How Does Social Isolation Affect Your Health?
In 2020, much of the focus of the pandemic has been placed on social distancing to limit the spread of the virus. While care needs to be taken, especially for the vulnerable and people with comorbidities, we also need to understand the long-term effects of social isolation on overall health.
The truth is that loneliness and social isolation are associated with an increase in the risk of many diseases. These public health risks pose as much of a threat as COVID – putting people at risk of other severe medical conditions. The concern is more significant for older adults who are more likely to live alone and experience chronic illness.
Social Isolation and the Brain
How connected (or lonely) a person feels can impact chemical processes within the body – starting with the brain. These positive or negative impacts can result in a domino-effect and the development of serious health conditions.
Chemical compounds affected by loneliness include:
- Myocytes: White blood cells that play an essential part in immune health by fighting infections.
- C-Reactive Protein (CRP): A protein that is produced in the liver and affects inflammation levels in the body.
- Interleukin 6 (IL-6): An important anti-inflammatory or pro-inflammatory protein, depending on the levels of IL-6 that are occurring.
- Immunoglobulin (IgG): A critical antibody that functions to decrease viral and antiviral infections.
- Interferon: A response that increases antiviral defenses when a virus is present in the body.
There are countless things happening in your body to protect your health each day. When the overall balance is affected by isolation, loneliness and other factors, it can take a toll on overall health.
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How Loneliness and Isolation Affect Health
It’s challenging to get a clear understanding of the exact impact of loneliness and isolation on a person’s health. But evidence shows that these health risks might be connected with social isolation:
- Premature Death: Being socially isolated increases the risk of premature death from all causes and could be comparable to the risks that come from physical inactivity, obesity, and smoking. Recently, a researcher compared the dangers of poor social connection with having an alcohol use disorder or smoking 15 cigarettes a day.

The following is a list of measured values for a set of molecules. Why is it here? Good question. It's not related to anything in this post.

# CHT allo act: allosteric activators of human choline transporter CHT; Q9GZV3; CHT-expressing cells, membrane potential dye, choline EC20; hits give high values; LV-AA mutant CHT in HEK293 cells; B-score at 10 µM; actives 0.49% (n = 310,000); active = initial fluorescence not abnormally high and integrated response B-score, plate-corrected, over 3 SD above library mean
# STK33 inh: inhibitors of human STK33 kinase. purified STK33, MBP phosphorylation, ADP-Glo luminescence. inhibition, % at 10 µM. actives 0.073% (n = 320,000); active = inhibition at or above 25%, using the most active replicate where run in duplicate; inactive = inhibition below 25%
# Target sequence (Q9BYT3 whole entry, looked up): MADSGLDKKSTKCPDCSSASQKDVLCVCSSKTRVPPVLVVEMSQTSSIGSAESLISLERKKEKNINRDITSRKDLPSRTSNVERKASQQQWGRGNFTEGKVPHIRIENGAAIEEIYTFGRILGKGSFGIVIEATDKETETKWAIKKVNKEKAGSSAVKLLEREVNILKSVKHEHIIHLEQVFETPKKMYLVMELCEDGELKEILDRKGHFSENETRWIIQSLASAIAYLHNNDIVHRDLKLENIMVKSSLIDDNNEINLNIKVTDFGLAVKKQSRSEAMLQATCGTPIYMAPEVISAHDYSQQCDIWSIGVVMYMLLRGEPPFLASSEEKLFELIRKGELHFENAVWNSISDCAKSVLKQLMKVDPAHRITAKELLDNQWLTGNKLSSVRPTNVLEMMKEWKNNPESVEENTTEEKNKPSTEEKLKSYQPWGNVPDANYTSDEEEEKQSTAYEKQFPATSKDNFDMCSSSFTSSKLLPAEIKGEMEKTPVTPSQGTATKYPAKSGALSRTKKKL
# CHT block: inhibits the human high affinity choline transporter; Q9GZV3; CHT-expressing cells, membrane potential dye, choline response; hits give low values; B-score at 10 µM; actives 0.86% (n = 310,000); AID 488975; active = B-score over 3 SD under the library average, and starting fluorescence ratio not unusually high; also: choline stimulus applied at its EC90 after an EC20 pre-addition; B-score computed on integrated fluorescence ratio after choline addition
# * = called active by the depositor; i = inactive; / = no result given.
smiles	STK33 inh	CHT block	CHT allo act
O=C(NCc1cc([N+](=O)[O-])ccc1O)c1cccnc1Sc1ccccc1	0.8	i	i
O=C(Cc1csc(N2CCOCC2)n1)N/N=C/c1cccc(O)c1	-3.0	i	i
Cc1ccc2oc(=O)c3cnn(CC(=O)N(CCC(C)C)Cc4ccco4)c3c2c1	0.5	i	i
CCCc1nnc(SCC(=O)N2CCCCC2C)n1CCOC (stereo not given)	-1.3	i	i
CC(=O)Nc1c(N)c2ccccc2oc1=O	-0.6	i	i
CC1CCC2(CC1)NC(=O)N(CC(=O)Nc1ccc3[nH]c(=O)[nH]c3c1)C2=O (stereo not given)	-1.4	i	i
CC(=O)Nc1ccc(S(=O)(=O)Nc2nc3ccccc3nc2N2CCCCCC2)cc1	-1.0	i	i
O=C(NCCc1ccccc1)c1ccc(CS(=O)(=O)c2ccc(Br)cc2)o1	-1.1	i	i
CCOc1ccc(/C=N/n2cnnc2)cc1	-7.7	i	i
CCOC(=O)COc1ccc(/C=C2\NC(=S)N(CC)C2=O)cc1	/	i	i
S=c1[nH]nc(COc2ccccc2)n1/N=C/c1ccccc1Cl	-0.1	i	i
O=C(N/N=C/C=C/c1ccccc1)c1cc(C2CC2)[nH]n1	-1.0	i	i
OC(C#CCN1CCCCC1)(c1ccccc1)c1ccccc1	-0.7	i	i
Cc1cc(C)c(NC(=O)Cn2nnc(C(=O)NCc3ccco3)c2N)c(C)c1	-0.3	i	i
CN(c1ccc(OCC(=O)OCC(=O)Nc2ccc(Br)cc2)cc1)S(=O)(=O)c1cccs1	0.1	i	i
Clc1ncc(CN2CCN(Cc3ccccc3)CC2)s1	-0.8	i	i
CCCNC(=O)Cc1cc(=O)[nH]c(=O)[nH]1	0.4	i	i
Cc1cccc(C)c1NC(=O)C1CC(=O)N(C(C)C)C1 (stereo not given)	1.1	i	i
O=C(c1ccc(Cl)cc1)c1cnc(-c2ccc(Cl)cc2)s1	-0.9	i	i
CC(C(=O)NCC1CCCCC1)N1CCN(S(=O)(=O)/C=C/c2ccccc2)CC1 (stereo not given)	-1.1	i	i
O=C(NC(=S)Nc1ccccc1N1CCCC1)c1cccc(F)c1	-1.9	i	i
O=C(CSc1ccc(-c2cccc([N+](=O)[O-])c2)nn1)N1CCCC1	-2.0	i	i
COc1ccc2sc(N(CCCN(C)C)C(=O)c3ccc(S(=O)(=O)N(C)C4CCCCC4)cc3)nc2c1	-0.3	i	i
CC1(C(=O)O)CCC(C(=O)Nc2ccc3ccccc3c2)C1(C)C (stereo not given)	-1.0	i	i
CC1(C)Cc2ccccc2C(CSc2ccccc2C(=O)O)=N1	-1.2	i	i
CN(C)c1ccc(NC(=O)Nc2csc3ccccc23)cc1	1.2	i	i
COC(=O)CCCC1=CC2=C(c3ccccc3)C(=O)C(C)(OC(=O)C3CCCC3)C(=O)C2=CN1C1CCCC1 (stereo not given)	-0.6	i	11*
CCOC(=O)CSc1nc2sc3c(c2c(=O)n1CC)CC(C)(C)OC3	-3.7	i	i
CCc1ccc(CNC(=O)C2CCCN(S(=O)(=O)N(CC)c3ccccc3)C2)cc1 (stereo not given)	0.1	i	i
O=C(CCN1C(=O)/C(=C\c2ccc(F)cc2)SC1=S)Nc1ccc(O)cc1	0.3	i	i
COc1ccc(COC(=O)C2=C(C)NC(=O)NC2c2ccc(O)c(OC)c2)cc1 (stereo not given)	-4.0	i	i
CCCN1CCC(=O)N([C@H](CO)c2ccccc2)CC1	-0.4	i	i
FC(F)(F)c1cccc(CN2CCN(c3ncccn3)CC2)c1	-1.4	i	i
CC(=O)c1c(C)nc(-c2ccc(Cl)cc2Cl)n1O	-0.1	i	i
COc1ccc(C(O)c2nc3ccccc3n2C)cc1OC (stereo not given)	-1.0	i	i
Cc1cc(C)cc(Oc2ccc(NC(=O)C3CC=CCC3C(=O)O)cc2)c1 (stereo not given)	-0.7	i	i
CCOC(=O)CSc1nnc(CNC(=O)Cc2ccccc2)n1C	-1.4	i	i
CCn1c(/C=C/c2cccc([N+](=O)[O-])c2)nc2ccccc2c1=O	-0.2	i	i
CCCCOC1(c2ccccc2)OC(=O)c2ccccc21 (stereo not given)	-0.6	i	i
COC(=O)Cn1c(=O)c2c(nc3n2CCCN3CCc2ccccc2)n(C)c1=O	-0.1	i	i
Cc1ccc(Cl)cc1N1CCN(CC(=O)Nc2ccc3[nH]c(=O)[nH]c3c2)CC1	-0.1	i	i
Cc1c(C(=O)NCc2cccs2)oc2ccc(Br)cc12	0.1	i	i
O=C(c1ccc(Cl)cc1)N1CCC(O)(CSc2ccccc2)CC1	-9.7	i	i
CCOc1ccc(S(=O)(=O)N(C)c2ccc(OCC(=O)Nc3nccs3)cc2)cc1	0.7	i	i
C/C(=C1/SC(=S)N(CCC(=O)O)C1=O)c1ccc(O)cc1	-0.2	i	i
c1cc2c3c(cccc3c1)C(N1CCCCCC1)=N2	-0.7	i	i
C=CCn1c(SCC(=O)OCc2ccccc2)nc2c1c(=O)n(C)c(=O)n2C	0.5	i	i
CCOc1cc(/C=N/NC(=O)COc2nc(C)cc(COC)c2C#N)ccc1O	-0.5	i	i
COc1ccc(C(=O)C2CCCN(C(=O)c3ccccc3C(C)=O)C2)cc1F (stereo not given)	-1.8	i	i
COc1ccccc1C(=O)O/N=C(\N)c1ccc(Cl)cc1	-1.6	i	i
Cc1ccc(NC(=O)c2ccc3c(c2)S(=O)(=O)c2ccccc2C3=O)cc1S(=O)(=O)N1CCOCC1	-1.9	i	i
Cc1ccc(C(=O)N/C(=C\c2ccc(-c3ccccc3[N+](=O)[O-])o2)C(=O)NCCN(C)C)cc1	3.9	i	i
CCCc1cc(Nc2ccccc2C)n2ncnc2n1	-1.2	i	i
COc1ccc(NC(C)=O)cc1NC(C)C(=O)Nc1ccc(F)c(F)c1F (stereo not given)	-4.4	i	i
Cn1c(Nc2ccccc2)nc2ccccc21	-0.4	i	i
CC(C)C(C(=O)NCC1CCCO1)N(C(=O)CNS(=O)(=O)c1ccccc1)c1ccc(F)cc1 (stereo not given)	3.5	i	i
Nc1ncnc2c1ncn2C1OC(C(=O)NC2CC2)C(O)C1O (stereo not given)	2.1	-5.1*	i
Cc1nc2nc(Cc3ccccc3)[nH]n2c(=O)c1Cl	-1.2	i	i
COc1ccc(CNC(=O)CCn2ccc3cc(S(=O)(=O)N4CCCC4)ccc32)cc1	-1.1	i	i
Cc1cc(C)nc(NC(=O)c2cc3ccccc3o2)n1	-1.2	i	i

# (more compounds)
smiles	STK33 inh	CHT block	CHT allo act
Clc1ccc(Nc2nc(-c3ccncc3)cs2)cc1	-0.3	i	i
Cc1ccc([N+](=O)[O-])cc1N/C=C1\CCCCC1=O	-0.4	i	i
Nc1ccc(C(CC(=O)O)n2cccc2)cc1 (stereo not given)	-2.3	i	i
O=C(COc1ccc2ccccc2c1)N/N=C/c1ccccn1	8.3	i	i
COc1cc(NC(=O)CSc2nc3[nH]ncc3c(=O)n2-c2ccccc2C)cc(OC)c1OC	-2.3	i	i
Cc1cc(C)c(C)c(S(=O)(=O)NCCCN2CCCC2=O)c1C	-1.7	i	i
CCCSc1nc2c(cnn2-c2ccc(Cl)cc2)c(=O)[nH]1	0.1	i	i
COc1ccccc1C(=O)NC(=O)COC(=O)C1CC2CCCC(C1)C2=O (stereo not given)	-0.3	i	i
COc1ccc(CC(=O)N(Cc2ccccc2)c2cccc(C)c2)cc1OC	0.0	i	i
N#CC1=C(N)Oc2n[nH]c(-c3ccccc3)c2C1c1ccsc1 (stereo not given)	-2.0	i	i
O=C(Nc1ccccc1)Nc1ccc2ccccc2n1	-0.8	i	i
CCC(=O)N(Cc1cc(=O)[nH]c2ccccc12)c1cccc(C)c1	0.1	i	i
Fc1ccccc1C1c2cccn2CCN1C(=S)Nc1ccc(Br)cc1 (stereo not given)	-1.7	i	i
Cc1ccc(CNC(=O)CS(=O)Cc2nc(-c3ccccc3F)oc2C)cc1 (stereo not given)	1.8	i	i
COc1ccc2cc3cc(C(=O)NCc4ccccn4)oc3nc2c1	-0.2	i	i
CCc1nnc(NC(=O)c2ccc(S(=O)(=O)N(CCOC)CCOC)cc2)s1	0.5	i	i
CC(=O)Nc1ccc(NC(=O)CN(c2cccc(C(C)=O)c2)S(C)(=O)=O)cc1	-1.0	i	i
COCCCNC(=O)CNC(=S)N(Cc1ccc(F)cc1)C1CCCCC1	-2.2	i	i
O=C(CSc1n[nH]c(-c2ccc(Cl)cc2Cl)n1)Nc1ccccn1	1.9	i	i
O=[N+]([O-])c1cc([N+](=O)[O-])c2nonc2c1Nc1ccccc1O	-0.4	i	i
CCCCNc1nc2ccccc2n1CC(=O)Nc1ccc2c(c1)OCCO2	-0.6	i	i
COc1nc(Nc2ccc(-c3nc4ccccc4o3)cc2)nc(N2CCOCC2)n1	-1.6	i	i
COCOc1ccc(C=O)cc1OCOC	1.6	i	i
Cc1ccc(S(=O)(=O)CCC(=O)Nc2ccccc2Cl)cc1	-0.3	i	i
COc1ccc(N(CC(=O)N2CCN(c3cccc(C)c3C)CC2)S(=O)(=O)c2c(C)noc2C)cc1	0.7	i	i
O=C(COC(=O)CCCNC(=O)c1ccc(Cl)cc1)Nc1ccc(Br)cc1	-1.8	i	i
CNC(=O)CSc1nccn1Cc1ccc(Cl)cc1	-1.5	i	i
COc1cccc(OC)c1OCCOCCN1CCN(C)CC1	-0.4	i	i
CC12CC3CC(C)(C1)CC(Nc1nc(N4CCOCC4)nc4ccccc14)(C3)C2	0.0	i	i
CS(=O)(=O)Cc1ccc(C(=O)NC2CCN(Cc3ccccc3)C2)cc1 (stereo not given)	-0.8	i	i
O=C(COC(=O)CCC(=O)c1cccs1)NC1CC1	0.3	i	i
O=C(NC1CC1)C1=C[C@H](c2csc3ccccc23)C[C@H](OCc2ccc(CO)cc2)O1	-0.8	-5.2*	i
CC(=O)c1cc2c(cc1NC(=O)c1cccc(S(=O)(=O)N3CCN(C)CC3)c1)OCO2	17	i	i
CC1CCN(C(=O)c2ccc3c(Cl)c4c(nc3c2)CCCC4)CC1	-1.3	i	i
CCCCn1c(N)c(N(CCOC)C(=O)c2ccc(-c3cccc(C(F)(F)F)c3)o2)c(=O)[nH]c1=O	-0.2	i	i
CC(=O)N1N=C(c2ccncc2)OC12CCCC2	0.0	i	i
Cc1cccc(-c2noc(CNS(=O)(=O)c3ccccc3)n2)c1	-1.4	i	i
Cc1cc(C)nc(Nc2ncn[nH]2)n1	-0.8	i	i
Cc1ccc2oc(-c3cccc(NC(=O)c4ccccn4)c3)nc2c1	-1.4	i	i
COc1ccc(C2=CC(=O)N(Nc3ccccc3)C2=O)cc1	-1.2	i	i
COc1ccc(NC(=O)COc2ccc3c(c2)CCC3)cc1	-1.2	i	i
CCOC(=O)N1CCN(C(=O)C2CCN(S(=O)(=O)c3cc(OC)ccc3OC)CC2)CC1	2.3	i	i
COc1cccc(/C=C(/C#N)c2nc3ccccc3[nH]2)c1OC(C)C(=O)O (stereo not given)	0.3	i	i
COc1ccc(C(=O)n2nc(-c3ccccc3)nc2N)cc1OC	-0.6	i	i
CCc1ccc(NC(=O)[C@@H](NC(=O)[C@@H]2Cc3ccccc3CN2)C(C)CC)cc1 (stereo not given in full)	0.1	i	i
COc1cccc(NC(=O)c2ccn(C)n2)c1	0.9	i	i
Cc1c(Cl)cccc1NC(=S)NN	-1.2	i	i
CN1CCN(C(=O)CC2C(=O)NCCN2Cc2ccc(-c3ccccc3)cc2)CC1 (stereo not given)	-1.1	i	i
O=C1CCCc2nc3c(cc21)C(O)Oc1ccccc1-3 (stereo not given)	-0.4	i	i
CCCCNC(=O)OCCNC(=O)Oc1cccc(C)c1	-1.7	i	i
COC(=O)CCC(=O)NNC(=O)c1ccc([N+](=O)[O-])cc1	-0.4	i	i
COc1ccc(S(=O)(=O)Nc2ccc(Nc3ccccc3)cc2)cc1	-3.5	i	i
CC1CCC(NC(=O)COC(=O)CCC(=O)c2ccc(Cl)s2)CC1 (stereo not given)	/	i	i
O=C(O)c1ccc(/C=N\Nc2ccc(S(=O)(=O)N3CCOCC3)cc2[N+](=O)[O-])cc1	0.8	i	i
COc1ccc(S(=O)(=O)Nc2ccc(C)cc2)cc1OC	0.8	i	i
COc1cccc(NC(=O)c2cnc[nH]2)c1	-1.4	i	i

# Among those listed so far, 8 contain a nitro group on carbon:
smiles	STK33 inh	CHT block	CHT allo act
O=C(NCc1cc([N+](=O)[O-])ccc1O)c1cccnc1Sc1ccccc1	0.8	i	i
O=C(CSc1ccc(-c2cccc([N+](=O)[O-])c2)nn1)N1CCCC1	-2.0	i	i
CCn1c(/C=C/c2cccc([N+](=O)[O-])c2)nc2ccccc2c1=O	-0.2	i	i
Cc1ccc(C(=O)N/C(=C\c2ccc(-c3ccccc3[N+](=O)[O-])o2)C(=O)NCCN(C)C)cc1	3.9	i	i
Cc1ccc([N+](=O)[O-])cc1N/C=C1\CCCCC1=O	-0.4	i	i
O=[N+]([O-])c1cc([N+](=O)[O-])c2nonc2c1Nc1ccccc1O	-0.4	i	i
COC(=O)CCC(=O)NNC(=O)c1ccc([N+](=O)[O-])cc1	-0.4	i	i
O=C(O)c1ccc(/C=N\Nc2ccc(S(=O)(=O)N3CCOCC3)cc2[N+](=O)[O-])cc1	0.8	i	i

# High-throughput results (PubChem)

- Mental Health: Poor social connection has an undeniable impact on mental health, often leading to higher anxiety, depression, and suicide in people of all ages.
- Dementia: When a person lacks in social interaction, then it increases the risk of dementia.
- Heart Disease and Stroke: A person’s risk of stroke and heart disease goes up when they have poor social relationships. This loneliness and isolation can increase the risk of stroke by 32% and the risk of heart disease by 29%.
When personal relationships and connections are lost, it takes an immeasurable toll on many body functions. Hormone levels change, stress can increase, and the overall balance of a person’s health is affected – which has a domino effect on chronic illness and more.
Combatting Social Isolation
If you want to maintain good health for yourself and your loved ones, it starts with the small efforts needed to build connections and relationships. While in-person interactions are always optimal, you can also look for ways to reduce social isolation using technology. For example, be proactive about calling family and friends regularly, or look for times when you can schedule and share a conversation through video conferencing.
At Back On Track 2 Wellness, we take a holistic approach using our six pillars of lifestyle medicine – including healthy relationships. Schedule a consultation to learn more about how to create improved balance and optimal wellness in your life: (916) 782-3141.
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The information on this website has not been evaluated by the Food & Drug Administration or any other medical body. We do not aim to diagnose, treat, cure or prevent any illness or disease. Information is shared for educational purposes only. You must consult your doctor before acting on any content on this website, especially if you are pregnant, nursing, taking medication, or have a medical condition.
Dr. Todd W. Bunning, DC, PC
Dr. Todd W. Bunning’s chiropractic and functional medicine services reach far beyond the local Roseville area, with webcam consultations available for patients in any location. With 17 years of Private Practice experience, Dr. Todd continues to focus on the individual: science-based methods to address whole-body health factors.
Dr. Todd’s education didn’t stop when he graduated from Life West Chiropractic College in 2003. Today, he’s continuing to receive training and is chipping away on numerous post-graduate degree programs. This unique blend of clinical health investigation and Lifestyle Medicine application helps people of all ages find the underlying factors that result in chronic disease.